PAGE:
Your Leadership Decision Tree…

Process & Procedure Model...

Ok, you may not be Captain Kirk of the Star Ship enterprise, or John “Hannibal” Smith of the A Team however you are a leader.  So what did these guys have that you don’t is this the question and the answer is a simple one.  They all had a “decision tree” which allowed them to quickly address any issue or problem which crept up on them.

So the next question as you stare at your latte is how did they build these tree’s and what makes them so special?  In the old days we called this experience and it was something that was earned over time from what use to be called the school of hard knocks which is a term you don’t hear very often any more.   This is why you typically saw grey haired types as company heads and in most management roles.  As the “school of hard knocks”, for those that don’t know was the act of learning by trial and error, where “error” typically meant receiving a “hard knock” to teach you not to do that again.  Another way to put it was “baptism by fire” which was akin to placing a novice soldier in a live fire setting where they either lived or died by how quickly they learned.

However the internet billionaires like Zuckerberg, and Larry Page who were still wet behind the ears when they took their companies past the first billion mark is a paradox.  As they lack the atypical gray hair of the former stereo type, so how did they come about their decision trees?  Unfortunately I know neither personally to ask, however what I do know is how to build a decision tree and the short cuts which they most likely employed unknowingly.

To start with, it’s important to know that all issues or situations are the same but different and here you have to be scratching your head saying what!  How can something be the same yet different, if that is the case its just plain ole different.  Well not so as the “same” comes from the state of the issue or situation as everyone has them personally and professionally.  As our friend Webster says an Issue is “a final outcome that usually constitutes a solution (as of a problem) or resolution (as of a difficulty)”.  Whereas a situation is defined by Webster as “the way in which something is placed in relation to its surroundings”, what this is when we are challenged with a decision point.  The reality is something has changed in our surroundings and we must now come to a solution or resolution.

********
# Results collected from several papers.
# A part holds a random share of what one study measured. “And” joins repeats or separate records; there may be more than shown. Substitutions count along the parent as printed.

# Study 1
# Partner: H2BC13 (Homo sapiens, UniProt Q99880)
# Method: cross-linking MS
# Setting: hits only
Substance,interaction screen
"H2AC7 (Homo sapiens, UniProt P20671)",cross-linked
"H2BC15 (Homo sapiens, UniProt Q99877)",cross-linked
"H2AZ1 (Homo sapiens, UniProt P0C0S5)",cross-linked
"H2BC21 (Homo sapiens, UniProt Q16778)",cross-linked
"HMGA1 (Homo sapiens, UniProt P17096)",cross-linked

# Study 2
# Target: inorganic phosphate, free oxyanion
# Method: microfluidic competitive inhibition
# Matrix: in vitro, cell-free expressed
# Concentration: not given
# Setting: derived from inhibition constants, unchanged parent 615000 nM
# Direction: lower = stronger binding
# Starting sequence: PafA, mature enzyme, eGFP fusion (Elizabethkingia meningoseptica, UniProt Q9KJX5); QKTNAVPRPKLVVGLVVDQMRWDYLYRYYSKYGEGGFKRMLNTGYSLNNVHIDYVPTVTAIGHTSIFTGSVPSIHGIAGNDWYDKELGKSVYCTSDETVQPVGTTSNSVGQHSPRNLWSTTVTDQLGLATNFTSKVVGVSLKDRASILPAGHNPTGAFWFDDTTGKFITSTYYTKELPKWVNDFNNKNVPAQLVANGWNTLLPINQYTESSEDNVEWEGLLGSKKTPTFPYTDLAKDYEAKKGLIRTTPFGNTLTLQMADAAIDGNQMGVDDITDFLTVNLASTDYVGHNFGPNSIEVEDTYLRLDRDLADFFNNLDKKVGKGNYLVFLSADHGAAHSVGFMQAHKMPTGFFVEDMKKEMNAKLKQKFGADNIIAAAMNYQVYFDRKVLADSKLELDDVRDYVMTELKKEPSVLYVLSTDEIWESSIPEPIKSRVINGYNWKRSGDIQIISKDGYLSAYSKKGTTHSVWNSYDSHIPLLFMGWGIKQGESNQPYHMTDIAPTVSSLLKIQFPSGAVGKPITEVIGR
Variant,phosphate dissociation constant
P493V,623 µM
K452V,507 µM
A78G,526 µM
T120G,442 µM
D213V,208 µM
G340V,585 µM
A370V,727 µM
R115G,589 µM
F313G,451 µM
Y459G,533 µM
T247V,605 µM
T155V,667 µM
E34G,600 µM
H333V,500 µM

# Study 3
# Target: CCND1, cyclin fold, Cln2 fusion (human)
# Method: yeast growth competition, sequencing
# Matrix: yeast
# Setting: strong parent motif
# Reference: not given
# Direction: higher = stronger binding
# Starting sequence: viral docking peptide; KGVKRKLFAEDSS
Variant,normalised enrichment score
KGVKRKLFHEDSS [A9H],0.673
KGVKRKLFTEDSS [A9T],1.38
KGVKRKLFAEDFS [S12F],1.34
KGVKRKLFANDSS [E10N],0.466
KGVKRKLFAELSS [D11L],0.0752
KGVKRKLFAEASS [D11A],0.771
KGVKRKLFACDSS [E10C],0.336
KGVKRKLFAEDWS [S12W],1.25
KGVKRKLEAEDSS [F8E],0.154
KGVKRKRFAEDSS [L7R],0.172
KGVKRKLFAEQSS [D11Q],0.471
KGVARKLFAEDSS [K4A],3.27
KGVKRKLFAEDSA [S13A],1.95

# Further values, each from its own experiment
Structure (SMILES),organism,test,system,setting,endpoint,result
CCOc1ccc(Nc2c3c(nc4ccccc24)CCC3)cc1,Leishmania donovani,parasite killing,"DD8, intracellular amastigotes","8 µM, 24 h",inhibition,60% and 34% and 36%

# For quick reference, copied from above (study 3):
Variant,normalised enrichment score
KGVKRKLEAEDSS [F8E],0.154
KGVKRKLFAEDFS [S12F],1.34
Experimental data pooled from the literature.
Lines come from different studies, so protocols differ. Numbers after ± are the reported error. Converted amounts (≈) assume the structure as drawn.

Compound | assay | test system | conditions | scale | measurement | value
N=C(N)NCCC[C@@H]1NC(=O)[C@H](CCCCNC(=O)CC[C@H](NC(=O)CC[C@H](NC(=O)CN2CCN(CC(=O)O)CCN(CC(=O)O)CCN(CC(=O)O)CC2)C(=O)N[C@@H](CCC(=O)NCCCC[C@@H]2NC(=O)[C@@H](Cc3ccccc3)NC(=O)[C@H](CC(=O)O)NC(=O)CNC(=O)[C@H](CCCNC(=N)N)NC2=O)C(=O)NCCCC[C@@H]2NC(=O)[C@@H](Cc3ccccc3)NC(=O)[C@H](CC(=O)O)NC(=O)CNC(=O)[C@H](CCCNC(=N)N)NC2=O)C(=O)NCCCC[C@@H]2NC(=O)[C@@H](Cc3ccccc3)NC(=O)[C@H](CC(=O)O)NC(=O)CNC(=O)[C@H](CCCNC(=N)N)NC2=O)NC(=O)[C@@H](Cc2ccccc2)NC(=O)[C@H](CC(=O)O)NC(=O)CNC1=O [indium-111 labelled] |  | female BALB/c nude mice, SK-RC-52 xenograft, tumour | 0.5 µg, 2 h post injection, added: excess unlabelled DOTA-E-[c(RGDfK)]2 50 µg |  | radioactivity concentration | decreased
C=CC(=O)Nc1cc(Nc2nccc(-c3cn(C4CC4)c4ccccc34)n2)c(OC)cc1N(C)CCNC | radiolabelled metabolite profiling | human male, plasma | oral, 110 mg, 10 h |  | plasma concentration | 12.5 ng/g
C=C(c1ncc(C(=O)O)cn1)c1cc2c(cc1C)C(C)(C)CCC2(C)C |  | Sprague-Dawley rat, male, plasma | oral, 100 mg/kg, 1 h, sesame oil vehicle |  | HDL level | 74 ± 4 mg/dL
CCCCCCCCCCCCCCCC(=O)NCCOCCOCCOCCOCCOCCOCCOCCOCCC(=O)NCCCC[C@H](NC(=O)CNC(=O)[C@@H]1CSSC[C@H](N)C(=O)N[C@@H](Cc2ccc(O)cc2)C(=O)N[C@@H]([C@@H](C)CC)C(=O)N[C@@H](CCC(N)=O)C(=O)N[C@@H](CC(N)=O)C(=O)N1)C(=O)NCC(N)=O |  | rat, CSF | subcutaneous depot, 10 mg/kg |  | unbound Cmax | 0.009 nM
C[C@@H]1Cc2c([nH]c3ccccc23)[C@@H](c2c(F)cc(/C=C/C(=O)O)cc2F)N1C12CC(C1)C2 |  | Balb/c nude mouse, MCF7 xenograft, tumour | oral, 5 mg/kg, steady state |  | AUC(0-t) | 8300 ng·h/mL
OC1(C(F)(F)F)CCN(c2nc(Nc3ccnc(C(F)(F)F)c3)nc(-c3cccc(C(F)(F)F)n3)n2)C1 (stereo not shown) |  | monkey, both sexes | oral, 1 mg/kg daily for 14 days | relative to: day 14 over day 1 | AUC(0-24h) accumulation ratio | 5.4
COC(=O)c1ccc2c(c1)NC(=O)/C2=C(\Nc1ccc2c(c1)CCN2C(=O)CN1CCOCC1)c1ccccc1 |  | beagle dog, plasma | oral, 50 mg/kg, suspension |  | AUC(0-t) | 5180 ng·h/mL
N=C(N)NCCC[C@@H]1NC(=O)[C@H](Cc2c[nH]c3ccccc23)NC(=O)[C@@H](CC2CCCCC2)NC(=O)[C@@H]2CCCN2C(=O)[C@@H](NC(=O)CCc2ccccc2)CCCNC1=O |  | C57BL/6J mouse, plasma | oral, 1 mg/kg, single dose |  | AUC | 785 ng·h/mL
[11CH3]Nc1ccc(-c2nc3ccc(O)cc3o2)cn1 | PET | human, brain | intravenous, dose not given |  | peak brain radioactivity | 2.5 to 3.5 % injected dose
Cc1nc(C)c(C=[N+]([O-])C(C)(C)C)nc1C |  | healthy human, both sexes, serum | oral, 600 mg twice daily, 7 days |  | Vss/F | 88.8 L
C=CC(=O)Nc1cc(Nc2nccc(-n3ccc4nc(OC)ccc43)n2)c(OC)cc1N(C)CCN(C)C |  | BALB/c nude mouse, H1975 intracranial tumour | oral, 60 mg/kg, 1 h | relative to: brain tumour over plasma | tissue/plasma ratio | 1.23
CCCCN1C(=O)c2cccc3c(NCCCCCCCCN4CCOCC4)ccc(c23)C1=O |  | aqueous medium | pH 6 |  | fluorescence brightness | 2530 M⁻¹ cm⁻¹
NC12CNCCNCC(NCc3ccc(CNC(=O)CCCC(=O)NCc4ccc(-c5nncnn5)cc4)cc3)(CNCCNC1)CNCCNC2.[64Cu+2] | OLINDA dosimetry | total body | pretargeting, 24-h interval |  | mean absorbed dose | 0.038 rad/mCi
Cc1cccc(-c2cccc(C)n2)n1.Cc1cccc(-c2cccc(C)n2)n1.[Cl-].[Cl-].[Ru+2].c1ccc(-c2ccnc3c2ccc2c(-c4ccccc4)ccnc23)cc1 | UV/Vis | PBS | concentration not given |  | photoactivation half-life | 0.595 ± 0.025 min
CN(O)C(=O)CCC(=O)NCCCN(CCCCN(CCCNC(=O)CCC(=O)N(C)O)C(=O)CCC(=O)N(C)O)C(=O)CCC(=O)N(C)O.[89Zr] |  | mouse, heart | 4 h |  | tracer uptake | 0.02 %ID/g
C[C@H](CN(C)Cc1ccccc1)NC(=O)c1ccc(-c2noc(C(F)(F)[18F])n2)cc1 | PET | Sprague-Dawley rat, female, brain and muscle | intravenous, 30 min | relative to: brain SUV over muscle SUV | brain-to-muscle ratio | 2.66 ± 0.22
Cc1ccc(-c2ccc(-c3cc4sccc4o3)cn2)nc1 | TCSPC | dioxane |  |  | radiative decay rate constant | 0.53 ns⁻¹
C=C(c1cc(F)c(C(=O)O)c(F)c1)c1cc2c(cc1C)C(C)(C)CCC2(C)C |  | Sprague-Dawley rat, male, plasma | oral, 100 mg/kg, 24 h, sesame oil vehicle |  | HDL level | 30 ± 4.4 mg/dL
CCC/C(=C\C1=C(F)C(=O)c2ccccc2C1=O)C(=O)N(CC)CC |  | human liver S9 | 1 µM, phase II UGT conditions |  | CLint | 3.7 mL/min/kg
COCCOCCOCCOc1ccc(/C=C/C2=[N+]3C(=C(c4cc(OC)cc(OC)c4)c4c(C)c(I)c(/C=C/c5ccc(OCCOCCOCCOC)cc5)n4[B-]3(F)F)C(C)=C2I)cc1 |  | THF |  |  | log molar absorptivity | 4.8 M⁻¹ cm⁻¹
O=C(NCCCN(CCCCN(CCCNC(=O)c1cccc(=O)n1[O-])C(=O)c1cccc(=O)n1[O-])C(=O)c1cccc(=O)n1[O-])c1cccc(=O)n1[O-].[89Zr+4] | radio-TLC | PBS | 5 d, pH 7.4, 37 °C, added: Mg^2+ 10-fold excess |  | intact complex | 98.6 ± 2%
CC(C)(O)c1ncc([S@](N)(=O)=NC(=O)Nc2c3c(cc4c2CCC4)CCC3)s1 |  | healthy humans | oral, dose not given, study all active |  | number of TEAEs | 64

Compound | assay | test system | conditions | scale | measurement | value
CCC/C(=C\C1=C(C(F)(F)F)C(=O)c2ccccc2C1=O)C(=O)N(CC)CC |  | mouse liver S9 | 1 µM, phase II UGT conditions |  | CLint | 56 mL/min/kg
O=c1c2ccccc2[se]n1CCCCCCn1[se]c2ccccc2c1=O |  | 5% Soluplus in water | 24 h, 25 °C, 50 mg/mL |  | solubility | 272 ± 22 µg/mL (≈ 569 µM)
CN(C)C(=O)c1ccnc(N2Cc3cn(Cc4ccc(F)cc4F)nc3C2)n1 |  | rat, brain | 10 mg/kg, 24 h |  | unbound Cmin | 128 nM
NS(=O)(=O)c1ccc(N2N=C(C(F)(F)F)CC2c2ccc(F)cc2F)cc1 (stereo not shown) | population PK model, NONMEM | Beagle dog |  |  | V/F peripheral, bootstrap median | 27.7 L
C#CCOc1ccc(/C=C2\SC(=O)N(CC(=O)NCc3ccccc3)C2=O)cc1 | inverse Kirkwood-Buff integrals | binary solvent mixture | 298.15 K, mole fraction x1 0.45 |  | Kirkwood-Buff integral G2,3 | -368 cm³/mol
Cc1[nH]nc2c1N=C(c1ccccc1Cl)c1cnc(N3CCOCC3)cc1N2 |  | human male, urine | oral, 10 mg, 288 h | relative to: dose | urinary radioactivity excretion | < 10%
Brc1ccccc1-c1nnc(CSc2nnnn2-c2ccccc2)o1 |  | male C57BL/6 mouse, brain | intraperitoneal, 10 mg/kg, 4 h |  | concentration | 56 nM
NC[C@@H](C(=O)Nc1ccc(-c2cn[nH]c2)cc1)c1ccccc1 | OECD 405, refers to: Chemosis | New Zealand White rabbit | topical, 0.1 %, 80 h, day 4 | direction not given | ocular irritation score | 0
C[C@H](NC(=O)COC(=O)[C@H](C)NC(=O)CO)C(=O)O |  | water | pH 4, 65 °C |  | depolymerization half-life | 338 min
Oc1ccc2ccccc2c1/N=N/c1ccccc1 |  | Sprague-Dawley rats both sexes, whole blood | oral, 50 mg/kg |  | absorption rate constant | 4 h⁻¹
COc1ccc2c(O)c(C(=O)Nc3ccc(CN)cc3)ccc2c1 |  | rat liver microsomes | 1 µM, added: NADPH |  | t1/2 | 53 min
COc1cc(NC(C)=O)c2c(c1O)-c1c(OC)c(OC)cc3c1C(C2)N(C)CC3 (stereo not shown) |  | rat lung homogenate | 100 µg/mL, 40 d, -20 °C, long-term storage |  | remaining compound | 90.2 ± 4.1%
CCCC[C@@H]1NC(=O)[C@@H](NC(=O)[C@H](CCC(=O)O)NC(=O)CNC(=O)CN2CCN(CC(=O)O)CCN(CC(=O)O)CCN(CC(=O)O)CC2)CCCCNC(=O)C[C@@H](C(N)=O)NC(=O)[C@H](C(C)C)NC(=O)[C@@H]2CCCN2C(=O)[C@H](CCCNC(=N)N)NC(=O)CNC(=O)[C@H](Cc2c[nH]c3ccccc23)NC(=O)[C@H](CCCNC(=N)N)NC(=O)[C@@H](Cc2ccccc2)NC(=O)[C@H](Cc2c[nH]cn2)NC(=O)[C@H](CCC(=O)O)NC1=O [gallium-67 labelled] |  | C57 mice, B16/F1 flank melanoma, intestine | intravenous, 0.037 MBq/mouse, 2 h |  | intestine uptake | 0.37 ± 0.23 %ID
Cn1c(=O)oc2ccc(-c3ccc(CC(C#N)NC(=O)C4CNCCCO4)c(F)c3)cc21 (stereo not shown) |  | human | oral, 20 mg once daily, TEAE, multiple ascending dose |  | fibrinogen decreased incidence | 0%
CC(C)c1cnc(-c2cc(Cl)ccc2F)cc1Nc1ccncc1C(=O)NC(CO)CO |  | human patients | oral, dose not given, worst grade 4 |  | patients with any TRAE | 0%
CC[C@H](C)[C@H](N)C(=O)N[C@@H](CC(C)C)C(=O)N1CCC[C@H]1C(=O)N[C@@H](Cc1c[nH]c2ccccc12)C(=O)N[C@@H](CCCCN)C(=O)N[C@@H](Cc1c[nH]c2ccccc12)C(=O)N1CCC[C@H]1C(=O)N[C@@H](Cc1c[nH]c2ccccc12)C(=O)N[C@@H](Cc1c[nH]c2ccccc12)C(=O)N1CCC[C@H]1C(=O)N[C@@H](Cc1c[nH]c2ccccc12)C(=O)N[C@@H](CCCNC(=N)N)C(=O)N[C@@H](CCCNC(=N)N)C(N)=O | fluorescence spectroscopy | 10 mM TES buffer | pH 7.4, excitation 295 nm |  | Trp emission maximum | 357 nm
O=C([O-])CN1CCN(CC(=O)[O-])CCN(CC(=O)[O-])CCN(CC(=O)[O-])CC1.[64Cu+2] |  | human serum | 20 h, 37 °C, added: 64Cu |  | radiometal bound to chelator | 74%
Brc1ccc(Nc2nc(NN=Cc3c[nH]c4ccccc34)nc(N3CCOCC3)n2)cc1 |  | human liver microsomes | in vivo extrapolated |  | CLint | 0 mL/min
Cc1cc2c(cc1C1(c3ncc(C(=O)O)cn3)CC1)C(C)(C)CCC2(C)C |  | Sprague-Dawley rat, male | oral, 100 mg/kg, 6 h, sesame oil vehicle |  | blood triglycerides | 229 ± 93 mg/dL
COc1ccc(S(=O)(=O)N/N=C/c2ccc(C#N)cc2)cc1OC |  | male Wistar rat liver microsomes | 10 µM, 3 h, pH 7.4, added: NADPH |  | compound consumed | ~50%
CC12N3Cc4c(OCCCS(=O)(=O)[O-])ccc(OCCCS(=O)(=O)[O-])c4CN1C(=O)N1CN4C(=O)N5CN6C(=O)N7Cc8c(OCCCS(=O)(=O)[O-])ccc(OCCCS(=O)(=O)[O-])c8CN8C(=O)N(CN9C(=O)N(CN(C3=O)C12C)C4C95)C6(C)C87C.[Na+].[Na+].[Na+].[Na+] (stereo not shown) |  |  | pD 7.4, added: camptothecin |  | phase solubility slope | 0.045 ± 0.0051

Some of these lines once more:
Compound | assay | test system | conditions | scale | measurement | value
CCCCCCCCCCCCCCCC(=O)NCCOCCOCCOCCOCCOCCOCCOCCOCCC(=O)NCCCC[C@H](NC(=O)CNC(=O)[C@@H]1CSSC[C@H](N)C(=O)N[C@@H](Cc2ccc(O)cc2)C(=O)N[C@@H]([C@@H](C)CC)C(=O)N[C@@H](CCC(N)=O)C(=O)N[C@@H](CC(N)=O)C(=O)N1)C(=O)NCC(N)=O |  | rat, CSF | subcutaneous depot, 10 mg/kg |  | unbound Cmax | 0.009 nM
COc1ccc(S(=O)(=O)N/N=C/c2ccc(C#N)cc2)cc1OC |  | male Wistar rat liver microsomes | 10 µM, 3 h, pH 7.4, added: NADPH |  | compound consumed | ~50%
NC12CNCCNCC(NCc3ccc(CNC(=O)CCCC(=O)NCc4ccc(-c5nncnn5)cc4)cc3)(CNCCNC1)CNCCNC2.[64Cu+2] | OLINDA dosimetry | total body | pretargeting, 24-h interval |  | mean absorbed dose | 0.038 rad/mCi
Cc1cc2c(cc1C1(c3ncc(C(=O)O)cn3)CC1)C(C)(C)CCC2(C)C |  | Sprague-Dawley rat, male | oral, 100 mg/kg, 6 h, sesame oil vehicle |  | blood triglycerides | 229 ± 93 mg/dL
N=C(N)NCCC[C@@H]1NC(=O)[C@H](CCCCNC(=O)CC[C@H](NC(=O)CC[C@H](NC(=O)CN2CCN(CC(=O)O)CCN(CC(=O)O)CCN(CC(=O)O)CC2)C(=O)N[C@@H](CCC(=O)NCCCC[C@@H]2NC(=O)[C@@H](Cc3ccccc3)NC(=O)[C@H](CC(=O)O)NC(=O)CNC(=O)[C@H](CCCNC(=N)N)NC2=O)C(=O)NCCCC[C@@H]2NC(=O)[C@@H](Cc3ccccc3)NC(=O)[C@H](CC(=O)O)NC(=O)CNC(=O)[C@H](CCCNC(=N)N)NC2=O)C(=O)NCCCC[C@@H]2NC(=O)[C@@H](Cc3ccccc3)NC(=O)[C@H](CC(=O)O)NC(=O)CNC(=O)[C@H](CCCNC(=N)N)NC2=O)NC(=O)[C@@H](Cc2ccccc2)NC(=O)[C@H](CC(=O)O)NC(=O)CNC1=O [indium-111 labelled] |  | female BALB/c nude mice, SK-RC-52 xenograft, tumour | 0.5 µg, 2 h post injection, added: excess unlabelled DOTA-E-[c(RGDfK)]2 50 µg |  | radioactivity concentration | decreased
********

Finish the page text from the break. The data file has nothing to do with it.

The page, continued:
To do this we need three pieces in our tool kit as each leads to the next in a hierarchical order being,  Process-> Procedure->Instructions which can be viewed as:

  1. A Process which is a  a series of actions or operations conducing to an end
  2. A set of Procedures which are  a series of steps followed in a regular defined order
  3. Instructions which form a direction calling for compliance

As the Process -> Procedure aspect is universal as if you have these down pat you have a solid base for your decision tree.  Experience builds this as if you do something and it works, we tend to repeat it again and again.  The only piece we change is the instruction as this allows us to switch from making HR decisions to Finance.  In fact Sherlock Holmes was a master at methodical activities which basically combine process and procedure.

So if you’re looking to be the next Internet Billionaire, or just a better all around leader, focus on developing a honed Process & Procedure set as the instructions will follow…

About Joseph Campbell

As a strong believer in the fact that "people work for people", it has been a life driver to better to understand the complexities of the various aspects which drive efficiency within this axiom, especially the concepts of leadership. Supporting this, I have been fortunate enough to having experienced this as leader on a global basis over the last decade and half. During this time it has been clear there are three core drivers being Life, Leadership and Economics.
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